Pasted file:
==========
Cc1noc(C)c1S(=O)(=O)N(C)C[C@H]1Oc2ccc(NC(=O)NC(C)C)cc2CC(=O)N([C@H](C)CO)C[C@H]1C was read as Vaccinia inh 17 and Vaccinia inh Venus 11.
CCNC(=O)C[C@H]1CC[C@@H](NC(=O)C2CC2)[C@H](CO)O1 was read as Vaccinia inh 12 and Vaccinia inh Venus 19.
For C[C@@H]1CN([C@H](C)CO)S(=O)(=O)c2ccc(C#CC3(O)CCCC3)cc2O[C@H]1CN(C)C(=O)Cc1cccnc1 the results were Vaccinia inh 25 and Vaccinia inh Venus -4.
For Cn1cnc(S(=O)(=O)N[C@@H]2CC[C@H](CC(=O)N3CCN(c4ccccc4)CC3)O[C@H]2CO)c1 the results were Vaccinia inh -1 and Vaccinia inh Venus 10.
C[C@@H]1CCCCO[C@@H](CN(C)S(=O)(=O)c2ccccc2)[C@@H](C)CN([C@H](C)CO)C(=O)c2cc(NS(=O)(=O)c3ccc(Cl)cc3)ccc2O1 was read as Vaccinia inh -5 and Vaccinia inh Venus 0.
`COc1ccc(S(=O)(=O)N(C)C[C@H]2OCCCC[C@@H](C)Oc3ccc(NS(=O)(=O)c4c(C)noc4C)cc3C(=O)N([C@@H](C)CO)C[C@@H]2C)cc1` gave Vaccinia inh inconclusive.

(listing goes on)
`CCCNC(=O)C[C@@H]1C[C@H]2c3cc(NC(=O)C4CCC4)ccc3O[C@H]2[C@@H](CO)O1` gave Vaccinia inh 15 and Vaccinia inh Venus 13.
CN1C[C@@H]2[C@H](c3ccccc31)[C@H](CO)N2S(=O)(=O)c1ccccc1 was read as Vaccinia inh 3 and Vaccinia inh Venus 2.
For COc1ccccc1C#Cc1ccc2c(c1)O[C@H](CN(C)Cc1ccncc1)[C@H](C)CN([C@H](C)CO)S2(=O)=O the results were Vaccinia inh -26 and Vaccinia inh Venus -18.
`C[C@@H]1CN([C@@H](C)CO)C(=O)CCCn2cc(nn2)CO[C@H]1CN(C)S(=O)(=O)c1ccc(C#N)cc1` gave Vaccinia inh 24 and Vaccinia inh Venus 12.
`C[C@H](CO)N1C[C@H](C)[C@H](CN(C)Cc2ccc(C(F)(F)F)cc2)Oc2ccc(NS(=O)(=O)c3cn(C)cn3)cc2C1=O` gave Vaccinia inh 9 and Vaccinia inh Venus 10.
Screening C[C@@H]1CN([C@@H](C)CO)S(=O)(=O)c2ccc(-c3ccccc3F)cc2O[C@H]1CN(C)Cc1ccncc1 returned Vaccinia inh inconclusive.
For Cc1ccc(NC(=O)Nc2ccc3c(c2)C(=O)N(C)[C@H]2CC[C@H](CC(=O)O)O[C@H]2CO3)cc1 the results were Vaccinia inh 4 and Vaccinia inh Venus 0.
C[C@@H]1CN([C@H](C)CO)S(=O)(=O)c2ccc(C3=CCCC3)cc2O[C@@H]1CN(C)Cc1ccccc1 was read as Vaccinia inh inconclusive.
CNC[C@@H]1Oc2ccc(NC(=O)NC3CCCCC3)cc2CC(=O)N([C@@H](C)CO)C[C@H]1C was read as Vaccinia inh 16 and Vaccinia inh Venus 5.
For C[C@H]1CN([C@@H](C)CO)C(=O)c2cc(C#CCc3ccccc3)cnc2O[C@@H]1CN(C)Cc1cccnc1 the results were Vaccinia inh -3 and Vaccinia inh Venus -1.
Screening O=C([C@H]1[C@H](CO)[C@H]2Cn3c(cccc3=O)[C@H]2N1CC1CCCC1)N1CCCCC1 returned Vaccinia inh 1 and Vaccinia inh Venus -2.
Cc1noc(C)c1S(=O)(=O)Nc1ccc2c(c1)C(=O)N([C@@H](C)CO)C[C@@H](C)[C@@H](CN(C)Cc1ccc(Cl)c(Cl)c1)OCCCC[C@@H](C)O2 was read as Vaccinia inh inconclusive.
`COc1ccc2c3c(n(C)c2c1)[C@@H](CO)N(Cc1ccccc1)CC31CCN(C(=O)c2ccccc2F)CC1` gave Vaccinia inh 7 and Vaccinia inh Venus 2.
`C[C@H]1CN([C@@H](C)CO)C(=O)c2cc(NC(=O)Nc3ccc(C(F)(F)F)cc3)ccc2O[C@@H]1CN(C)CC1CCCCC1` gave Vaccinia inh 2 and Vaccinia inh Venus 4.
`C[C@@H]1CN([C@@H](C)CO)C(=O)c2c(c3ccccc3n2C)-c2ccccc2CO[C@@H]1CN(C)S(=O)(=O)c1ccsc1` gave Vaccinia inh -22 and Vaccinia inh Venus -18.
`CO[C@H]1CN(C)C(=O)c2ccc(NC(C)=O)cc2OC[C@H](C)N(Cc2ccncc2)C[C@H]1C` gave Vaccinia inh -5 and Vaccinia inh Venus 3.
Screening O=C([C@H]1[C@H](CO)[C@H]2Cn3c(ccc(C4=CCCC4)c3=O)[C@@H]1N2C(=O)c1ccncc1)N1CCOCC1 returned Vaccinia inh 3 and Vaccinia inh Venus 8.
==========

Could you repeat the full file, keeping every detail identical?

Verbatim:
Cc1noc(C)c1S(=O)(=O)N(C)C[C@H]1Oc2ccc(NC(=O)NC(C)C)cc2CC(=O)N([C@H](C)CO)C[C@H]1C was read as Vaccinia inh 17 and Vaccinia inh Venus 11.
CCNC(=O)C[C@H]1CC[C@@H](NC(=O)C2CC2)[C@H](CO)O1 was read as Vaccinia inh 12 and Vaccinia inh Venus 19.
For C[C@@H]1CN([C@H](C)CO)S(=O)(=O)c2ccc(C#CC3(O)CCCC3)cc2O[C@H]1CN(C)C(=O)Cc1cccnc1 the results were Vaccinia inh 25 and Vaccinia inh Venus -4.
For Cn1cnc(S(=O)(=O)N[C@@H]2CC[C@H](CC(=O)N3CCN(c4ccccc4)CC3)O[C@H]2CO)c1 the results were Vaccinia inh -1 and Vaccinia inh Venus 10.
C[C@@H]1CCCCO[C@@H](CN(C)S(=O)(=O)c2ccccc2)[C@@H](C)CN([C@H](C)CO)C(=O)c2cc(NS(=O)(=O)c3ccc(Cl)cc3)ccc2O1 was read as Vaccinia inh -5 and Vaccinia inh Venus 0.
`COc1ccc(S(=O)(=O)N(C)C[C@H]2OCCCC[C@@H](C)Oc3ccc(NS(=O)(=O)c4c(C)noc4C)cc3C(=O)N([C@@H](C)CO)C[C@@H]2C)cc1` gave Vaccinia inh inconclusive.

(listing goes on)
`CCCNC(=O)C[C@@H]1C[C@H]2c3cc(NC(=O)C4CCC4)ccc3O[C@H]2[C@@H](CO)O1` gave Vaccinia inh 15 and Vaccinia inh Venus 13.
CN1C[C@@H]2[C@H](c3ccccc31)[C@H](CO)N2S(=O)(=O)c1ccccc1 was read as Vaccinia inh 3 and Vaccinia inh Venus 2.
For COc1ccccc1C#Cc1ccc2c(c1)O[C@H](CN(C)Cc1ccncc1)[C@H](C)CN([C@H](C)CO)S2(=O)=O the results were Vaccinia inh -26 and Vaccinia inh Venus -18.
`C[C@@H]1CN([C@@H](C)CO)C(=O)CCCn2cc(nn2)CO[C@H]1CN(C)S(=O)(=O)c1ccc(C#N)cc1` gave Vaccinia inh 24 and Vaccinia inh Venus 12.
`C[C@H](CO)N1C[C@H](C)[C@H](CN(C)Cc2ccc(C(F)(F)F)cc2)Oc2ccc(NS(=O)(=O)c3cn(C)cn3)cc2C1=O` gave Vaccinia inh 9 and Vaccinia inh Venus 10.
Screening C[C@@H]1CN([C@@H](C)CO)S(=O)(=O)c2ccc(-c3ccccc3F)cc2O[C@H]1CN(C)Cc1ccncc1 returned Vaccinia inh inconclusive.
For Cc1ccc(NC(=O)Nc2ccc3c(c2)C(=O)N(C)[C@H]2CC[C@H](CC(=O)O)O[C@H]2CO3)cc1 the results were Vaccinia inh 4 and Vaccinia inh Venus 0.
C[C@@H]1CN([C@H](C)CO)S(=O)(=O)c2ccc(C3=CCCC3)cc2O[C@@H]1CN(C)Cc1ccccc1 was read as Vaccinia inh inconclusive.
CNC[C@@H]1Oc2ccc(NC(=O)NC3CCCCC3)cc2CC(=O)N([C@@H](C)CO)C[C@H]1C was read as Vaccinia inh 16 and Vaccinia inh Venus 5.
For C[C@H]1CN([C@@H](C)CO)C(=O)c2cc(C#CCc3ccccc3)cnc2O[C@@H]1CN(C)Cc1cccnc1 the results were Vaccinia inh -3 and Vaccinia inh Venus -1.
Screening O=C([C@H]1[C@H](CO)[C@H]2Cn3c(cccc3=O)[C@H]2N1CC1CCCC1)N1CCCCC1 returned Vaccinia inh 1 and Vaccinia inh Venus -2.
Cc1noc(C)c1S(=O)(=O)Nc1ccc2c(c1)C(=O)N([C@@H](C)CO)C[C@@H](C)[C@@H](CN(C)Cc1ccc(Cl)c(Cl)c1)OCCCC[C@@H](C)O2 was read as Vaccinia inh inconclusive.
`COc1ccc2c3c(n(C)c2c1)[C@@H](CO)N(Cc1ccccc1)CC31CCN(C(=O)c2ccccc2F)CC1` gave Vaccinia inh 7 and Vaccinia inh Venus 2.
`C[C@H]1CN([C@@H](C)CO)C(=O)c2cc(NC(=O)Nc3ccc(C(F)(F)F)cc3)ccc2O[C@@H]1CN(C)CC1CCCCC1` gave Vaccinia inh 2 and Vaccinia inh Venus 4.
`C[C@@H]1CN([C@@H](C)CO)C(=O)c2c(c3ccccc3n2C)-c2ccccc2CO[C@@H]1CN(C)S(=O)(=O)c1ccsc1` gave Vaccinia inh -22 and Vaccinia inh Venus -18.
`CO[C@H]1CN(C)C(=O)c2ccc(NC(C)=O)cc2OC[C@H](C)N(Cc2ccncc2)C[C@H]1C` gave Vaccinia inh -5 and Vaccinia inh Venus 3.
Screening O=C([C@H]1[C@H](CO)[C@H]2Cn3c(ccc(C4=CCCC4)c3=O)[C@@H]1N2C(=O)c1ccncc1)N1CCOCC1 returned Vaccinia inh 3 and Vaccinia inh Venus 8.